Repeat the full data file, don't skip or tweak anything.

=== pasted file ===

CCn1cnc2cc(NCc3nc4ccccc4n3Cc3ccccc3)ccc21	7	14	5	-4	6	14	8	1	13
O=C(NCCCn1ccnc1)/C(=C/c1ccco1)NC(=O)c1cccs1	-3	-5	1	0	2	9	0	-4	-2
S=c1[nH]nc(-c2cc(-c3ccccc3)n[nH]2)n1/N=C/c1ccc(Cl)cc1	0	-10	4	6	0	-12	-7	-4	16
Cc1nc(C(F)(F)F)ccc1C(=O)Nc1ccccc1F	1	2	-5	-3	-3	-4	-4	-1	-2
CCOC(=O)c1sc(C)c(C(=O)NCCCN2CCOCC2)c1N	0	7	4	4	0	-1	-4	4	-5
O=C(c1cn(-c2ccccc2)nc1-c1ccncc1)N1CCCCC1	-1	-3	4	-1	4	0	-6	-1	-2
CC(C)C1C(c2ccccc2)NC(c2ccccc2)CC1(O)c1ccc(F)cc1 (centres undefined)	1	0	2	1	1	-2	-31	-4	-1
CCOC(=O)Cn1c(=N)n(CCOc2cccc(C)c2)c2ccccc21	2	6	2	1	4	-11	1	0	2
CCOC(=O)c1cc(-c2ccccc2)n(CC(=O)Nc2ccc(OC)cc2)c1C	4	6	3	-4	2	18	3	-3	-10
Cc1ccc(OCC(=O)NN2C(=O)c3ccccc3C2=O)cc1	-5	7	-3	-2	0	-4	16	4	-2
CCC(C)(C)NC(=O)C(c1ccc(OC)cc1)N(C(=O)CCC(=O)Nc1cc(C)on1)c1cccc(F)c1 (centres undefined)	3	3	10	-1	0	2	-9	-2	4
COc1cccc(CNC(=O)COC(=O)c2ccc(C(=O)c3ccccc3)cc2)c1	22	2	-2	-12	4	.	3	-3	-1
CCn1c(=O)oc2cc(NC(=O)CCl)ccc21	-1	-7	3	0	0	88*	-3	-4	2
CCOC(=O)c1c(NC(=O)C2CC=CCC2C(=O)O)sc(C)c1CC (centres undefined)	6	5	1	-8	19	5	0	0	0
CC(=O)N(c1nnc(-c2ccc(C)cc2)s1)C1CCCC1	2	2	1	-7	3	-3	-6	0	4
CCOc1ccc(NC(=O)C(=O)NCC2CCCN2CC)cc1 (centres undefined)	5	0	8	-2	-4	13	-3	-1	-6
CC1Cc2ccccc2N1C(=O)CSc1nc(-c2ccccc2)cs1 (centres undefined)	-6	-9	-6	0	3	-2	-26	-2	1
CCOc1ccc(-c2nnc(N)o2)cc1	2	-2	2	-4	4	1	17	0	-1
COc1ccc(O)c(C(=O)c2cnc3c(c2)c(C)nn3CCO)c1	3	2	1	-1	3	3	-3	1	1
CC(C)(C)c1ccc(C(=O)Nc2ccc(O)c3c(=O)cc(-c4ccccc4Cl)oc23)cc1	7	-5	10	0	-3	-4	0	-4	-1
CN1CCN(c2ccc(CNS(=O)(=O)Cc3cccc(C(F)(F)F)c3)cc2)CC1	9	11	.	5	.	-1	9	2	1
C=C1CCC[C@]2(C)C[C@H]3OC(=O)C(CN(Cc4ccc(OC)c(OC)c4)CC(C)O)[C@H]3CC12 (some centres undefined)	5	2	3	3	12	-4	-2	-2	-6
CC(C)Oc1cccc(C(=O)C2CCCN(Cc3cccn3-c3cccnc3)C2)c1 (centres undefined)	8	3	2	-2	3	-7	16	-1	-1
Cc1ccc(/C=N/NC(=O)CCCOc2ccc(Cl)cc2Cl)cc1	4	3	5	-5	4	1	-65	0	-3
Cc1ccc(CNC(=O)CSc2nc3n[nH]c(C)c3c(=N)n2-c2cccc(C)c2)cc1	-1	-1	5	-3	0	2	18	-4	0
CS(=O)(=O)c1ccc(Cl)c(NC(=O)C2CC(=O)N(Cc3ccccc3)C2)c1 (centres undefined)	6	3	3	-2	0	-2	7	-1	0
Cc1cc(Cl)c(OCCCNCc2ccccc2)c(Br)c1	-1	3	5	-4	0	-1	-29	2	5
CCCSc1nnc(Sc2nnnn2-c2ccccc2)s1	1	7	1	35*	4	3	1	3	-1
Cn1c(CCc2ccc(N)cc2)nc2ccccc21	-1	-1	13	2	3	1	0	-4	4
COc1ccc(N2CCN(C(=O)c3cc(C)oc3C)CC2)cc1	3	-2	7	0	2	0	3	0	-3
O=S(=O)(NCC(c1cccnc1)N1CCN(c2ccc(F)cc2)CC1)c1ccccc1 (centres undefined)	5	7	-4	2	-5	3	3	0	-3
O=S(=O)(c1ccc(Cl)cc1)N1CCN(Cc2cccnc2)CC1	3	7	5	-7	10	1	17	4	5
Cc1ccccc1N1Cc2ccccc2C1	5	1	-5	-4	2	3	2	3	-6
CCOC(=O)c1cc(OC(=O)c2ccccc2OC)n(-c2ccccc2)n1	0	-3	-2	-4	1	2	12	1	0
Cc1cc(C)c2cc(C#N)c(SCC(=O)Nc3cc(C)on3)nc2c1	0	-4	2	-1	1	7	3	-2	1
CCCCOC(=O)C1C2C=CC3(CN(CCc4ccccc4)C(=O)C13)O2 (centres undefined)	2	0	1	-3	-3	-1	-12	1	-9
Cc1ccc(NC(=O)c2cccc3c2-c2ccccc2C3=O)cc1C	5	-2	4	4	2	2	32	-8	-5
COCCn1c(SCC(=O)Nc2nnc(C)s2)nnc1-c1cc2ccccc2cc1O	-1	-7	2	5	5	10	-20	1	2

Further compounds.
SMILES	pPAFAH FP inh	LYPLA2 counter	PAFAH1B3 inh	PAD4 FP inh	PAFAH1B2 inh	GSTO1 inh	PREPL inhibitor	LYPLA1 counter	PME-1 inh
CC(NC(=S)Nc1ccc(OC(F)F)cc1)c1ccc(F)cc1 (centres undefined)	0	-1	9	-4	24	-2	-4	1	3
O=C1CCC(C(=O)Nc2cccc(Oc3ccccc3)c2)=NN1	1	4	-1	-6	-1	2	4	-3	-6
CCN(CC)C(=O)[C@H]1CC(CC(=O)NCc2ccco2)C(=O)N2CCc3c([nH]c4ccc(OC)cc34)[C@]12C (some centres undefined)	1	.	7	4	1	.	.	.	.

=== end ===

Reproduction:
CCn1cnc2cc(NCc3nc4ccccc4n3Cc3ccccc3)ccc21	7	14	5	-4	6	14	8	1	13
O=C(NCCCn1ccnc1)/C(=C/c1ccco1)NC(=O)c1cccs1	-3	-5	1	0	2	9	0	-4	-2
S=c1[nH]nc(-c2cc(-c3ccccc3)n[nH]2)n1/N=C/c1ccc(Cl)cc1	0	-10	4	6	0	-12	-7	-4	16
Cc1nc(C(F)(F)F)ccc1C(=O)Nc1ccccc1F	1	2	-5	-3	-3	-4	-4	-1	-2
CCOC(=O)c1sc(C)c(C(=O)NCCCN2CCOCC2)c1N	0	7	4	4	0	-1	-4	4	-5
O=C(c1cn(-c2ccccc2)nc1-c1ccncc1)N1CCCCC1	-1	-3	4	-1	4	0	-6	-1	-2
CC(C)C1C(c2ccccc2)NC(c2ccccc2)CC1(O)c1ccc(F)cc1 (centres undefined)	1	0	2	1	1	-2	-31	-4	-1
CCOC(=O)Cn1c(=N)n(CCOc2cccc(C)c2)c2ccccc21	2	6	2	1	4	-11	1	0	2
CCOC(=O)c1cc(-c2ccccc2)n(CC(=O)Nc2ccc(OC)cc2)c1C	4	6	3	-4	2	18	3	-3	-10
Cc1ccc(OCC(=O)NN2C(=O)c3ccccc3C2=O)cc1	-5	7	-3	-2	0	-4	16	4	-2
CCC(C)(C)NC(=O)C(c1ccc(OC)cc1)N(C(=O)CCC(=O)Nc1cc(C)on1)c1cccc(F)c1 (centres undefined)	3	3	10	-1	0	2	-9	-2	4
COc1cccc(CNC(=O)COC(=O)c2ccc(C(=O)c3ccccc3)cc2)c1	22	2	-2	-12	4	.	3	-3	-1
CCn1c(=O)oc2cc(NC(=O)CCl)ccc21	-1	-7	3	0	0	88*	-3	-4	2
CCOC(=O)c1c(NC(=O)C2CC=CCC2C(=O)O)sc(C)c1CC (centres undefined)	6	5	1	-8	19	5	0	0	0
CC(=O)N(c1nnc(-c2ccc(C)cc2)s1)C1CCCC1	2	2	1	-7	3	-3	-6	0	4
CCOc1ccc(NC(=O)C(=O)NCC2CCCN2CC)cc1 (centres undefined)	5	0	8	-2	-4	13	-3	-1	-6
CC1Cc2ccccc2N1C(=O)CSc1nc(-c2ccccc2)cs1 (centres undefined)	-6	-9	-6	0	3	-2	-26	-2	1
CCOc1ccc(-c2nnc(N)o2)cc1	2	-2	2	-4	4	1	17	0	-1
COc1ccc(O)c(C(=O)c2cnc3c(c2)c(C)nn3CCO)c1	3	2	1	-1	3	3	-3	1	1
CC(C)(C)c1ccc(C(=O)Nc2ccc(O)c3c(=O)cc(-c4ccccc4Cl)oc23)cc1	7	-5	10	0	-3	-4	0	-4	-1
CN1CCN(c2ccc(CNS(=O)(=O)Cc3cccc(C(F)(F)F)c3)cc2)CC1	9	11	.	5	.	-1	9	2	1
C=C1CCC[C@]2(C)C[C@H]3OC(=O)C(CN(Cc4ccc(OC)c(OC)c4)CC(C)O)[C@H]3CC12 (some centres undefined)	5	2	3	3	12	-4	-2	-2	-6
CC(C)Oc1cccc(C(=O)C2CCCN(Cc3cccn3-c3cccnc3)C2)c1 (centres undefined)	8	3	2	-2	3	-7	16	-1	-1
Cc1ccc(/C=N/NC(=O)CCCOc2ccc(Cl)cc2Cl)cc1	4	3	5	-5	4	1	-65	0	-3
Cc1ccc(CNC(=O)CSc2nc3n[nH]c(C)c3c(=N)n2-c2cccc(C)c2)cc1	-1	-1	5	-3	0	2	18	-4	0
CS(=O)(=O)c1ccc(Cl)c(NC(=O)C2CC(=O)N(Cc3ccccc3)C2)c1 (centres undefined)	6	3	3	-2	0	-2	7	-1	0
Cc1cc(Cl)c(OCCCNCc2ccccc2)c(Br)c1	-1	3	5	-4	0	-1	-29	2	5
CCCSc1nnc(Sc2nnnn2-c2ccccc2)s1	1	7	1	35*	4	3	1	3	-1
Cn1c(CCc2ccc(N)cc2)nc2ccccc21	-1	-1	13	2	3	1	0	-4	4
COc1ccc(N2CCN(C(=O)c3cc(C)oc3C)CC2)cc1	3	-2	7	0	2	0	3	0	-3
O=S(=O)(NCC(c1cccnc1)N1CCN(c2ccc(F)cc2)CC1)c1ccccc1 (centres undefined)	5	7	-4	2	-5	3	3	0	-3
O=S(=O)(c1ccc(Cl)cc1)N1CCN(Cc2cccnc2)CC1	3	7	5	-7	10	1	17	4	5
Cc1ccccc1N1Cc2ccccc2C1	5	1	-5	-4	2	3	2	3	-6
CCOC(=O)c1cc(OC(=O)c2ccccc2OC)n(-c2ccccc2)n1	0	-3	-2	-4	1	2	12	1	0
Cc1cc(C)c2cc(C#N)c(SCC(=O)Nc3cc(C)on3)nc2c1	0	-4	2	-1	1	7	3	-2	1
CCCCOC(=O)C1C2C=CC3(CN(CCc4ccccc4)C(=O)C13)O2 (centres undefined)	2	0	1	-3	-3	-1	-12	1	-9
Cc1ccc(NC(=O)c2cccc3c2-c2ccccc2C3=O)cc1C	5	-2	4	4	2	2	32	-8	-5
COCCn1c(SCC(=O)Nc2nnc(C)s2)nnc1-c1cc2ccccc2cc1O	-1	-7	2	5	5	10	-20	1	2

Further compounds.
SMILES	pPAFAH FP inh	LYPLA2 counter	PAFAH1B3 inh	PAD4 FP inh	PAFAH1B2 inh	GSTO1 inh	PREPL inhibitor	LYPLA1 counter	PME-1 inh
CC(NC(=S)Nc1ccc(OC(F)F)cc1)c1ccc(F)cc1 (centres undefined)	0	-1	9	-4	24	-2	-4	1	3
O=C1CCC(C(=O)Nc2cccc(Oc3ccccc3)c2)=NN1	1	4	-1	-6	-1	2	4	-3	-6
CCN(CC)C(=O)[C@H]1CC(CC(=O)NCc2ccco2)C(=O)N2CCc3c([nH]c4ccc(OC)cc34)[C@]12C (some centres undefined)	1	.	7	4	1	.	.	.	.